Documents Unsealed in Vicaom v. Youtube — Youtube Shady; Viacom Scorned & Seeks Vast Shift in 512(c) Immunity

March 18, 2010

Today, a New York District Court unsealed documents in Viacom v. Youtube and my-oh-my there are some doozies inside.  Both Viacom and Youtube come out looking like shady characters; Viacom looks like a scorned lover smashing up Youtube’s car up after their failed Youtube buyout and Youtube looks like an prick purposely trying to induce copyright infringement in brazen Napster/Grokster fashion.

Although these are juicy gossip nuggets, the real meat here lies in how Viacom is defining service provider immunity under 512(c).  Viacom’s argument is that Youtube is not eligible for immunity under 512(c) because they are not engaged in “storage,” but rather acting as a media company outside of what Congress intended to immunize.  If successful, this would be a radical shift in how 512(c) immunity is currently defined and would subject almost any website that hosts any user content, like tube sites, internet forums, and publishing platforms to huge copyright suits.

The “ZOMG UR KILLING TEH INTERNETZ” argument gets thrown around pretty quickly these days, but the importance of 512(c) immunity cannot be overstated.  Let’s hope the District Court doesn’t use Youtube’s pretty iffy emails to torpedo 512(c) immunity for everyone.

For more, check out Eric Goldman’s excellent analysis of the dirt in summary judgments motions.

“Twenty-Something Arrested at Twilight Movie” or “State Law Copyright Enforcement?”

December 15, 2009

by Jason Fischer

Earlier this month, 22-year-old Samantha Tumpach was arrested exiting a showing of the new douchey-little-vampire-kid movie, The Twilight Saga: New Moon.  No, she wasn’t detained for a psych eval, as anyone over the age of 16 should be for watching that movie.  (The only problem with implementing that policy is that state mental health facilities would be choked with nearly every female American between the ages of 17 and 45 — my sisters, my wife, and all of their friends included.)  It seems that she was arrested because theater employees saw her operating a video recording device (source).  Did the FBI come swooping in to put an end to this flagrant violation of Federal Copyright Law?

No.  It was those champions of copyright policy, the Rosemont Police.  As it turns out, Illinois has a relatively new anti-bootlegging statute, which criminalizes knowingly operating an audiovisual recording device in a movie theater without permission.  See 720 Ill. Comp. Stat. 5/21-10.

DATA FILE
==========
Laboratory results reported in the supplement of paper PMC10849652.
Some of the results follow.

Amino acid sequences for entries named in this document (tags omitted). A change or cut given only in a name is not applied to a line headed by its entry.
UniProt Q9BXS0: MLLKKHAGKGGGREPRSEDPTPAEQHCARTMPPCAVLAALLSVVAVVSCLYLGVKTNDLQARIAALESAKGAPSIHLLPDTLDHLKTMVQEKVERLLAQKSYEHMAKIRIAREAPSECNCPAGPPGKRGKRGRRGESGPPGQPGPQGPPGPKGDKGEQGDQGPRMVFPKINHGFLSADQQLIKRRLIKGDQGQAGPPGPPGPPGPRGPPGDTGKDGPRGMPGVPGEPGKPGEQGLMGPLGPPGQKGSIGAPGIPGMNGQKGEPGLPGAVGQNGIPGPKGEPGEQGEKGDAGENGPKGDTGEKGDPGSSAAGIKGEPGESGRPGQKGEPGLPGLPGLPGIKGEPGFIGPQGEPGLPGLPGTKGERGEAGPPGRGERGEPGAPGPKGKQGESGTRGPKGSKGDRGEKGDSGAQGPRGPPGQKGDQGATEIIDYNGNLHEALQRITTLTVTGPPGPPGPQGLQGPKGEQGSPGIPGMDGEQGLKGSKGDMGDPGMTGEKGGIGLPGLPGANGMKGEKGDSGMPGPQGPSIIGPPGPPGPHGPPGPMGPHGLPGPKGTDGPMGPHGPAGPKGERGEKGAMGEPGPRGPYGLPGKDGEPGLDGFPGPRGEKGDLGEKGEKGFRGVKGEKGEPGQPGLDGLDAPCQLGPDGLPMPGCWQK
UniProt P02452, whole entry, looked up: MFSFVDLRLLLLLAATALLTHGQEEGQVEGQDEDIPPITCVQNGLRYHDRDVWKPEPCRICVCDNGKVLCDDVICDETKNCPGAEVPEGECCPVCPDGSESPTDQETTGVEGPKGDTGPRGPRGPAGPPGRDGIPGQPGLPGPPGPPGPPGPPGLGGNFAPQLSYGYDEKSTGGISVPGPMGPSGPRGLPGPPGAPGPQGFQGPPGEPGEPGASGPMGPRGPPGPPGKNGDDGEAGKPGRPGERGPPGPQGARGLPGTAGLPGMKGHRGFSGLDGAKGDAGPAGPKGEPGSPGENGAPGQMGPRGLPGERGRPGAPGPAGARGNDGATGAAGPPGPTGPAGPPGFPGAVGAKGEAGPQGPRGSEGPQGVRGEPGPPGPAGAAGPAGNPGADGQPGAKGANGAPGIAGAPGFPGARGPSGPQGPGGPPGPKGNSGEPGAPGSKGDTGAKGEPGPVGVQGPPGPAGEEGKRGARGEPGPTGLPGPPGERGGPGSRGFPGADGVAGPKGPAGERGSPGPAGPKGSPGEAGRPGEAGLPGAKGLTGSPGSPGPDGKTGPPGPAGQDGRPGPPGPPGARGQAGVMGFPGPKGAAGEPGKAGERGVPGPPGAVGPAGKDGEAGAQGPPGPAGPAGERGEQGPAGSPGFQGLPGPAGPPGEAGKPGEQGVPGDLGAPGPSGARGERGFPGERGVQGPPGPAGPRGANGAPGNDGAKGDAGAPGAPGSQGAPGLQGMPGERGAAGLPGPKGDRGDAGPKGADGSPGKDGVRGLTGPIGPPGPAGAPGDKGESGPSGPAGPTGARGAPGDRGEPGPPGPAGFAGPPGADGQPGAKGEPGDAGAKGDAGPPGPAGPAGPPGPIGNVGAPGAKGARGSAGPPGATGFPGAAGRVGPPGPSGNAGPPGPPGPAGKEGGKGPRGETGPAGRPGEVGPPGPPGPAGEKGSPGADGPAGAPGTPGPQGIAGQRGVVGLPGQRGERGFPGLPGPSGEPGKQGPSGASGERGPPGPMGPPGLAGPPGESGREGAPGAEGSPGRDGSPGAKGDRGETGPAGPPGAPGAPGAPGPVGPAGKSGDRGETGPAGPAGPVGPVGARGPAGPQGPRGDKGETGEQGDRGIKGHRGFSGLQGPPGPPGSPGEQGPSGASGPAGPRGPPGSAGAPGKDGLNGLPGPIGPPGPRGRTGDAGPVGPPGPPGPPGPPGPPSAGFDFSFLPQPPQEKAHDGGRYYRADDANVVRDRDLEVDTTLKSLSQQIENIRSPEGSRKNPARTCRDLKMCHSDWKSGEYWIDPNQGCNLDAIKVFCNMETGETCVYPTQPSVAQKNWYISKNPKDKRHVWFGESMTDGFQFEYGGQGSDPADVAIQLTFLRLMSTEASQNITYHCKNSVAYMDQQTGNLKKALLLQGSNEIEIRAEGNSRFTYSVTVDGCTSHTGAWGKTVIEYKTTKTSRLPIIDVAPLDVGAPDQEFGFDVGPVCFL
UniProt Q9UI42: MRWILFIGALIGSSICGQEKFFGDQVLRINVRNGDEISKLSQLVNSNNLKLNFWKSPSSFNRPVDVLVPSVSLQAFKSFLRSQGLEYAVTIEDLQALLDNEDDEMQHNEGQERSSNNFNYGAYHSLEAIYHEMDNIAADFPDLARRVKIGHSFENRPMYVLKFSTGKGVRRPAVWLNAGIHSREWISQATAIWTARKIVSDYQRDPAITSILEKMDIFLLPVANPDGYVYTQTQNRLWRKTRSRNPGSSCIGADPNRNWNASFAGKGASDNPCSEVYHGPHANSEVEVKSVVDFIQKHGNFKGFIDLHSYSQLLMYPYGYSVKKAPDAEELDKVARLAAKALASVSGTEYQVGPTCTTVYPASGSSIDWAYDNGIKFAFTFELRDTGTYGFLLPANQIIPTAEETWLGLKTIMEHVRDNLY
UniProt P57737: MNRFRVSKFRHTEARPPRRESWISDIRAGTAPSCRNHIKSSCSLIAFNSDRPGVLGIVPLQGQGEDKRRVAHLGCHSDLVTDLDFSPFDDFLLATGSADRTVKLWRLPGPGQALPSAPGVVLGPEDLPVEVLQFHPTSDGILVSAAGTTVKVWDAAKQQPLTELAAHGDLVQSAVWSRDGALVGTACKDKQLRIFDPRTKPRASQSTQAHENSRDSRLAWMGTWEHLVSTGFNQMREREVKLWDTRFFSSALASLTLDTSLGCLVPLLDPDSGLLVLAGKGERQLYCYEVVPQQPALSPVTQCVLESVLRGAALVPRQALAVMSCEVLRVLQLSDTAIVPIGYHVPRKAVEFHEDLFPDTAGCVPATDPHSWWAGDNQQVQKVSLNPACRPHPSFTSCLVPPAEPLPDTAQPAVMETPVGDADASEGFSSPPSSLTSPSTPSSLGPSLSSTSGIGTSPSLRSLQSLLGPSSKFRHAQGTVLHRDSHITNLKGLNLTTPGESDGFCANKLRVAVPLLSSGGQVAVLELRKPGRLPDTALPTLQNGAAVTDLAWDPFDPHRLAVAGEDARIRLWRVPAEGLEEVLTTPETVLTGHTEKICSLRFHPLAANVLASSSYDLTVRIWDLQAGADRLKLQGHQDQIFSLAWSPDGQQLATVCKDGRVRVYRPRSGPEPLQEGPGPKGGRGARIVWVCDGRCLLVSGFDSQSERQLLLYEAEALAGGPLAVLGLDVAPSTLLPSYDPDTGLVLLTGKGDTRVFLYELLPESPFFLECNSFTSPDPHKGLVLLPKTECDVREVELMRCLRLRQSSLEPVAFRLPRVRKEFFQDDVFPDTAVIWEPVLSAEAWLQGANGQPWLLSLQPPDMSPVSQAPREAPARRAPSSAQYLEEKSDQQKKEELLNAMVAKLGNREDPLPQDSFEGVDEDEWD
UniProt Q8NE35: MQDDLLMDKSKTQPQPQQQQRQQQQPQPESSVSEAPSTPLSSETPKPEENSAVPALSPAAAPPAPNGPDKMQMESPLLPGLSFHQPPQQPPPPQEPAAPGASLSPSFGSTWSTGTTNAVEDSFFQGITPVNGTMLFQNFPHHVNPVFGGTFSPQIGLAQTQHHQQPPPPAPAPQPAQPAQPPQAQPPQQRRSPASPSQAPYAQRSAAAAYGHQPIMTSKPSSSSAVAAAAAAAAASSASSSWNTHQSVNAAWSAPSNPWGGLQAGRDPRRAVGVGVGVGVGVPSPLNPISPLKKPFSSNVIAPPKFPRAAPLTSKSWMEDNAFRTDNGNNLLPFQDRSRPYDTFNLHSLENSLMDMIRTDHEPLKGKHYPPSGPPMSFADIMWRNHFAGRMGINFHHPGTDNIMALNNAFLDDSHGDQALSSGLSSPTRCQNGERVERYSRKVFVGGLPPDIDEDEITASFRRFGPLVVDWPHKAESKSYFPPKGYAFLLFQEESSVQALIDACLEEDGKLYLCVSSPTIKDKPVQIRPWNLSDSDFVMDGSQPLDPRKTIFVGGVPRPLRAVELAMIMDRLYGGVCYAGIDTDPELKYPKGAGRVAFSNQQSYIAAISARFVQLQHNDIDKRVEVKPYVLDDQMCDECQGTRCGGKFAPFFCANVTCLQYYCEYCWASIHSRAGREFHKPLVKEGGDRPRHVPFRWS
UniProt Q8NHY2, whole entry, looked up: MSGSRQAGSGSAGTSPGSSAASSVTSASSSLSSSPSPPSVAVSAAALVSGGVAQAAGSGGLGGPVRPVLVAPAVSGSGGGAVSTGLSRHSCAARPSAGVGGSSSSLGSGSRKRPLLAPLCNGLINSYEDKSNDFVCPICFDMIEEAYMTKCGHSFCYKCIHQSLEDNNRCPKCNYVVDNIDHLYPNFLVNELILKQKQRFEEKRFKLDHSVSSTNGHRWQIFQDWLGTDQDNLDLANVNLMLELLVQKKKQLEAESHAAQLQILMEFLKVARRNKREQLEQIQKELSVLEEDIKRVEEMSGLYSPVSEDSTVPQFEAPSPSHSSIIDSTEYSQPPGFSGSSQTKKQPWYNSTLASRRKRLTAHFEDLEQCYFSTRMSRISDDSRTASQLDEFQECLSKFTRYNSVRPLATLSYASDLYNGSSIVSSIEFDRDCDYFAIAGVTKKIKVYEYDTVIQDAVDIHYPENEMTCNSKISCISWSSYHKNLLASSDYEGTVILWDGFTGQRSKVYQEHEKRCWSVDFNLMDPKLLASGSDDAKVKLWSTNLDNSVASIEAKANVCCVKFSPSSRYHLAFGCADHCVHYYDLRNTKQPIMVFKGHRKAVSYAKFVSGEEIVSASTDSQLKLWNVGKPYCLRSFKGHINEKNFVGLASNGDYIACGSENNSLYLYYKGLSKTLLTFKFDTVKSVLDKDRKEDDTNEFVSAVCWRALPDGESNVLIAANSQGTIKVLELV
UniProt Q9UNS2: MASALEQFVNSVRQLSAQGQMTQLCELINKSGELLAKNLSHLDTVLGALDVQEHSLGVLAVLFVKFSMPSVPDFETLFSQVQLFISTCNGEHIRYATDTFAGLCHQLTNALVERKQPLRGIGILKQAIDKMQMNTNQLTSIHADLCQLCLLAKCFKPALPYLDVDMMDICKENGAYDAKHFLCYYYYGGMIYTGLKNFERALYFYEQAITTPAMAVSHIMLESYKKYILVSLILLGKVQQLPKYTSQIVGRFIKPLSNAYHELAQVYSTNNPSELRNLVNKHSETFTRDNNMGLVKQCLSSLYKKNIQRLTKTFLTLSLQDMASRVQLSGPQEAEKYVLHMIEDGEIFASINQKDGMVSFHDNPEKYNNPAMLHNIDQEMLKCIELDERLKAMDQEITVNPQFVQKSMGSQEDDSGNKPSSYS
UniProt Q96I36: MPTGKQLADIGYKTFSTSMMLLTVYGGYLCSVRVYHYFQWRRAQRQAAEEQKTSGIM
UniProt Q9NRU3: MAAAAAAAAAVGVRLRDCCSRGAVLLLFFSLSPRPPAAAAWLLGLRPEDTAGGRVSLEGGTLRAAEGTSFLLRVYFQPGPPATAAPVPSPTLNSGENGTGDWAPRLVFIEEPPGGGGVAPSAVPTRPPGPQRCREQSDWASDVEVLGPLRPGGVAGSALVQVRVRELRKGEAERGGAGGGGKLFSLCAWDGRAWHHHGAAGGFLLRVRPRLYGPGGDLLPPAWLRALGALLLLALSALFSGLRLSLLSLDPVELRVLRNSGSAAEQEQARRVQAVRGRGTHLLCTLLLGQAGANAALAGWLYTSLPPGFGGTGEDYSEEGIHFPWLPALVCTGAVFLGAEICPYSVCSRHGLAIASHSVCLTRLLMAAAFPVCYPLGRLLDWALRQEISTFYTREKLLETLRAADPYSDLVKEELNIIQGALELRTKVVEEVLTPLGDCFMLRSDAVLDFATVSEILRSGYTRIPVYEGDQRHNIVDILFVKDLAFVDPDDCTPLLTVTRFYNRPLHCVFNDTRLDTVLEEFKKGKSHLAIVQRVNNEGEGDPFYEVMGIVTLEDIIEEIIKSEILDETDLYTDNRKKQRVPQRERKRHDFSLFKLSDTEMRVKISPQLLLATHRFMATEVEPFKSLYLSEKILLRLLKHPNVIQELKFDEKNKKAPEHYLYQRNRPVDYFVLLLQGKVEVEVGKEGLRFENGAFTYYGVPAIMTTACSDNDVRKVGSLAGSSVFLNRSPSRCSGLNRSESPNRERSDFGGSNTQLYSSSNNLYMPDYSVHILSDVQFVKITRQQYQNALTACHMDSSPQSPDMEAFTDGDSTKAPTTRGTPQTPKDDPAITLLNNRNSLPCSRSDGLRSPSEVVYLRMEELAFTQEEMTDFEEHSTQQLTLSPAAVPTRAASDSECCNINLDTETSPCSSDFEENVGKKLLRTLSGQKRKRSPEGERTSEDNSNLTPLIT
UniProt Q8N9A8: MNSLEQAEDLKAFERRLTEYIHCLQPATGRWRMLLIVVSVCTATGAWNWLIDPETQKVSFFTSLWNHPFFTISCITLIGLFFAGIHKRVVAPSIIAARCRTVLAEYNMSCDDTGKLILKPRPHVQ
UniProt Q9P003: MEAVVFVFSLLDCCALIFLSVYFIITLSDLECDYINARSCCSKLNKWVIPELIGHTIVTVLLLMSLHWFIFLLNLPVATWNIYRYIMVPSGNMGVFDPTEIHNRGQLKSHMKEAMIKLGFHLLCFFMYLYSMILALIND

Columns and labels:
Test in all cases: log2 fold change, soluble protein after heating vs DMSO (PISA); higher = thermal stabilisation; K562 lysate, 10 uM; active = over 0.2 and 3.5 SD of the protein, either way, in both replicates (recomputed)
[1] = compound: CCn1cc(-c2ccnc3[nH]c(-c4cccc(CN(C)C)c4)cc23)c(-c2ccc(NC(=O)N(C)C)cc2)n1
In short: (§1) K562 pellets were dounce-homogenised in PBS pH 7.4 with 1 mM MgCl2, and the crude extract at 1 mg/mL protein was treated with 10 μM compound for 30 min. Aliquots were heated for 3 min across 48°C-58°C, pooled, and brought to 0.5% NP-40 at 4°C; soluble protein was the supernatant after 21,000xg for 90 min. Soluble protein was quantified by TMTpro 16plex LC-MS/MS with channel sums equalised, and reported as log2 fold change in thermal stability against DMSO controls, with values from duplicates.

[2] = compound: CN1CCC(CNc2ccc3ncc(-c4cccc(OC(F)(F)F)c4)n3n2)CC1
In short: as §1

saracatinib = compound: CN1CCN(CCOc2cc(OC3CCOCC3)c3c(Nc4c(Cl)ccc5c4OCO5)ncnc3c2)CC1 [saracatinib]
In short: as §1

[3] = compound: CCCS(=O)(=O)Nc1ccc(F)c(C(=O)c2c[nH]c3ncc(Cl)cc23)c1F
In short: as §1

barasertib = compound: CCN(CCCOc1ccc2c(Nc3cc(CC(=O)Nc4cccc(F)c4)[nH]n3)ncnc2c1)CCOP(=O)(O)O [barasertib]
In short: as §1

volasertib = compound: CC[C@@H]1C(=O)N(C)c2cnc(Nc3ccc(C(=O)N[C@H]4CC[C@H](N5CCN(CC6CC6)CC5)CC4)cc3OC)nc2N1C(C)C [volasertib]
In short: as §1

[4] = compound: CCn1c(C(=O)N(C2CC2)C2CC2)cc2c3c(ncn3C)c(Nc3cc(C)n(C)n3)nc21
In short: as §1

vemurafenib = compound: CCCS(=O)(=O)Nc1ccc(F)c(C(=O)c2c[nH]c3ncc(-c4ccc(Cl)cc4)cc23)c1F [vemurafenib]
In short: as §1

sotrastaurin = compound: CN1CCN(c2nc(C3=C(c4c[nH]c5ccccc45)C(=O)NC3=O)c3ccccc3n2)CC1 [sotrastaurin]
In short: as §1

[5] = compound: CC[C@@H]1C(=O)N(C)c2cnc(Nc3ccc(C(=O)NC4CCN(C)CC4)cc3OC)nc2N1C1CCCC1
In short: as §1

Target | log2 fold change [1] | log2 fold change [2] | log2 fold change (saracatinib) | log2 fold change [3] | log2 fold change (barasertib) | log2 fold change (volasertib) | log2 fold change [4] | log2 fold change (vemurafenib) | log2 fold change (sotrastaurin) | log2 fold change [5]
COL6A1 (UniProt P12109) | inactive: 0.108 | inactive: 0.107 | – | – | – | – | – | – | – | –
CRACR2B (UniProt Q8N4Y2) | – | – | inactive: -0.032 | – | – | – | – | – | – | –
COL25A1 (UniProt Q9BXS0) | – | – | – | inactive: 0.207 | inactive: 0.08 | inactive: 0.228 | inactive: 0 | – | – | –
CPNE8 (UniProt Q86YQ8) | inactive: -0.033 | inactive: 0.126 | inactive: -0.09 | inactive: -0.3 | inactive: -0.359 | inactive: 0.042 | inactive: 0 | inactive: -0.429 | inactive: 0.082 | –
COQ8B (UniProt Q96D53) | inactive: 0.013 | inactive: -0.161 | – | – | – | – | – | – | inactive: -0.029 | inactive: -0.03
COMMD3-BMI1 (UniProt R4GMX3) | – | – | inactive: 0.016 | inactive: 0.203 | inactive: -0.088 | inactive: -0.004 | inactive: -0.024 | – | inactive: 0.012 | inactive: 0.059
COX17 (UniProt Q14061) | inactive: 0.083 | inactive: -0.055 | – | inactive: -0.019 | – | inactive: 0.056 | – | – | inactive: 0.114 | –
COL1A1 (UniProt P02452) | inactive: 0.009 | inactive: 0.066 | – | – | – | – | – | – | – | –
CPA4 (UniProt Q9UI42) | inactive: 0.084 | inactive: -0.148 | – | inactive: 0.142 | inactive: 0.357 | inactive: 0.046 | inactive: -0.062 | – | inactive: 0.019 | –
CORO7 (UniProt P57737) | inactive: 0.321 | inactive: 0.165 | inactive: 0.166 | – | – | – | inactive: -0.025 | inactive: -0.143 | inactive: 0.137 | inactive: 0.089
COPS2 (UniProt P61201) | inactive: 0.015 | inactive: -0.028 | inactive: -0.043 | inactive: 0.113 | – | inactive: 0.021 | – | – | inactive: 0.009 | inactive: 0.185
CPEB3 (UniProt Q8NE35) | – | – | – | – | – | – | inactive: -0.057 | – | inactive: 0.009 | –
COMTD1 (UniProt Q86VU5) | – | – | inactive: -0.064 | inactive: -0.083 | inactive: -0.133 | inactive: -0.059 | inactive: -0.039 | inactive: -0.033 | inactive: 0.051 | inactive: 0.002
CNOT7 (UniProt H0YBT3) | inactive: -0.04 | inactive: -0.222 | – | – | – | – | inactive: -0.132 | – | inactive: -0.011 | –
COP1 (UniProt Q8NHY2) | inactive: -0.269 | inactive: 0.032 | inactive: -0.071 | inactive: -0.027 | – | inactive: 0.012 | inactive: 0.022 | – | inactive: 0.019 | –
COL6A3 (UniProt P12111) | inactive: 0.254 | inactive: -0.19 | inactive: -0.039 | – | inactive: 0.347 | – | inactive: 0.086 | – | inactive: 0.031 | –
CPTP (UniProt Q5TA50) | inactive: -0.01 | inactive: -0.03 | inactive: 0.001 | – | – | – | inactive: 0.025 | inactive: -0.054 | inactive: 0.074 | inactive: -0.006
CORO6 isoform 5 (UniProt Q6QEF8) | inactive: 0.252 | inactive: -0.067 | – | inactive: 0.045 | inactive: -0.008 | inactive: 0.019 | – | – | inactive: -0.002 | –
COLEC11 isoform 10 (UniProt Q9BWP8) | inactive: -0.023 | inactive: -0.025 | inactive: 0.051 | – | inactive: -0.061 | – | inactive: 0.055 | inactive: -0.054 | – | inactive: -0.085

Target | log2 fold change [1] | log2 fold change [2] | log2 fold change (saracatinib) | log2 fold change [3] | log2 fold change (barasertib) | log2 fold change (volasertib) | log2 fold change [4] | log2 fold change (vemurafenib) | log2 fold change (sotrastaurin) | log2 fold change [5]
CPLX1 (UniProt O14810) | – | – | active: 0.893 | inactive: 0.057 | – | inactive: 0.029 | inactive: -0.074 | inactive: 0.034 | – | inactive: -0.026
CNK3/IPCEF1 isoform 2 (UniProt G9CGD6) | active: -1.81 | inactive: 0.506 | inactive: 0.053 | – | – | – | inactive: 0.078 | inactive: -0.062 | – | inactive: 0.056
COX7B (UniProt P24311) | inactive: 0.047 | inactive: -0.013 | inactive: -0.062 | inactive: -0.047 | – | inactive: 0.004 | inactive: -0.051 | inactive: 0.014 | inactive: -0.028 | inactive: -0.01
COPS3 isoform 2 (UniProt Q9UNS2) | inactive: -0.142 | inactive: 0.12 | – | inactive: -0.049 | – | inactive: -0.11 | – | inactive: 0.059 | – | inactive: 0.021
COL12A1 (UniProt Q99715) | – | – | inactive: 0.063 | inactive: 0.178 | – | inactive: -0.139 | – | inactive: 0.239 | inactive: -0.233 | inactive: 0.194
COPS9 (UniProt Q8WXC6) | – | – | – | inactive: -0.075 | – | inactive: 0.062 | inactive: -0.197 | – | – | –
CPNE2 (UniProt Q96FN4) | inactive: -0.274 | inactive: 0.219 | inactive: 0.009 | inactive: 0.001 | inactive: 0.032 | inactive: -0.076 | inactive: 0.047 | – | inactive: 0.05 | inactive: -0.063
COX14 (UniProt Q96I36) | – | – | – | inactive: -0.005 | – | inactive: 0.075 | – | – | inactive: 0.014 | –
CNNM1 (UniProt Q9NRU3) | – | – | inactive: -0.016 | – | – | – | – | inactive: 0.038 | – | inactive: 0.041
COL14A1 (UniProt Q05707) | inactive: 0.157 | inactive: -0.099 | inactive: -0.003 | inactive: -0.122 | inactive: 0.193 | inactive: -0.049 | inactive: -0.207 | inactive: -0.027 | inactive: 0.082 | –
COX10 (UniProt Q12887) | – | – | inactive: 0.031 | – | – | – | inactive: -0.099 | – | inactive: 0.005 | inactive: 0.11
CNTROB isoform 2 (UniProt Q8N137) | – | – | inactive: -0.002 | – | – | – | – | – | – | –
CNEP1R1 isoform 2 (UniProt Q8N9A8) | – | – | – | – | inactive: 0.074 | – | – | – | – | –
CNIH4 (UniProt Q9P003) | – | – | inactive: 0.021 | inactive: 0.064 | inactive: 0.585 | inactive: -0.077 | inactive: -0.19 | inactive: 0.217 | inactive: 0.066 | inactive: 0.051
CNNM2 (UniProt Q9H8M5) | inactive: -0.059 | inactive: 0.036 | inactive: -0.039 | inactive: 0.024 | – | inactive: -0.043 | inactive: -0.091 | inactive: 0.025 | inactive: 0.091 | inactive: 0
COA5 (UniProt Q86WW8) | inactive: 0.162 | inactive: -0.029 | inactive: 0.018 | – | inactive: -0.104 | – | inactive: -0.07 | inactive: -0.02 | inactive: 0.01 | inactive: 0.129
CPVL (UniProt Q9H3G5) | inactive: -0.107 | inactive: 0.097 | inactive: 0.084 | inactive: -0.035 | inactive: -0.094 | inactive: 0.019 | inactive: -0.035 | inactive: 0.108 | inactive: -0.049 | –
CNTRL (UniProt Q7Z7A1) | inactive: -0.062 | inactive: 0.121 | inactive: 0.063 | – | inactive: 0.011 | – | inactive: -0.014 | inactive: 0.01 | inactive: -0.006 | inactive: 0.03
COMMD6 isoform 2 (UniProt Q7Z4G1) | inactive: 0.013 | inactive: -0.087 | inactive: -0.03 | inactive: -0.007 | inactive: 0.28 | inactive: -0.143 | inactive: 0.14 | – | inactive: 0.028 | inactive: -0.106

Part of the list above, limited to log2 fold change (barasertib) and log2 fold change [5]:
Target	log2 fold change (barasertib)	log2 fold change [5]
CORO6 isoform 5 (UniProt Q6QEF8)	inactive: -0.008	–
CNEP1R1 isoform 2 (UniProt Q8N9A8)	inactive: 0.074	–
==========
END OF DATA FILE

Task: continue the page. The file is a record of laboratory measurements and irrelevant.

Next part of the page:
Now, don’t get me started about what a moron this woman is.  Clearly, she’s not the brightest crayon in the box, but I’m not sure she should be looking at three years in the state pen for being a moron.  Her conduct can arguably be defended as fair use, avoiding any civil liability for copyright infringement.  Even if it’s not newsworthy to the most of us, the reason that Ms. Tumpach gives for making the recording, i.e., preserving her sister’s birthday activities for posterity, likely does satisfy the first prong of a fair use analysis in her favor.  With a recording that comes in at a whopping four minutes, the amount-and-substantiality factor should go her way as well.  And it isn’t likely that Ms. Tumpach’s video will replace the needs of these screaming Twilight moms to see Jacob’s rippling six pack.


With respect to federal criminal liability, Ms. Tumpach’s activities don’t seem to satisfy those requirements either.  She didn’t make her video for personal commercial gain, and she hasn’t distributed anything.  So I’m scratchin’ my head, trying to figure out why this chick had to cool it in the clink for a few days and is now awaiting a full-blown criminal trial.  Has being a rude, inconsiderate, i’d-answer-my-cell-phone-if-it-rings-during-this-movie titwank finally become illegal?  She does admit to talking throughout the film, which in my book should be punishable — but more in the corporal variety, e.g., the slap-a-bitch treatment.

Now write the date and time down somewhere, because this may be the only time you’ll ever hear me make the following statement:  I don’t think that the state of Illinois has the power to enforce its bootlegging statute.  Normally, I’d say the federal government should get the hell out of the way, and let the states do their thing, but not this time.  You see, the United States Constitution provides the authority to the Congress to create legislation to protect the exclusive rights of copyright owners.  Any right that the states have to recognize or enforce copyrights has been expressly preempted by the federal government.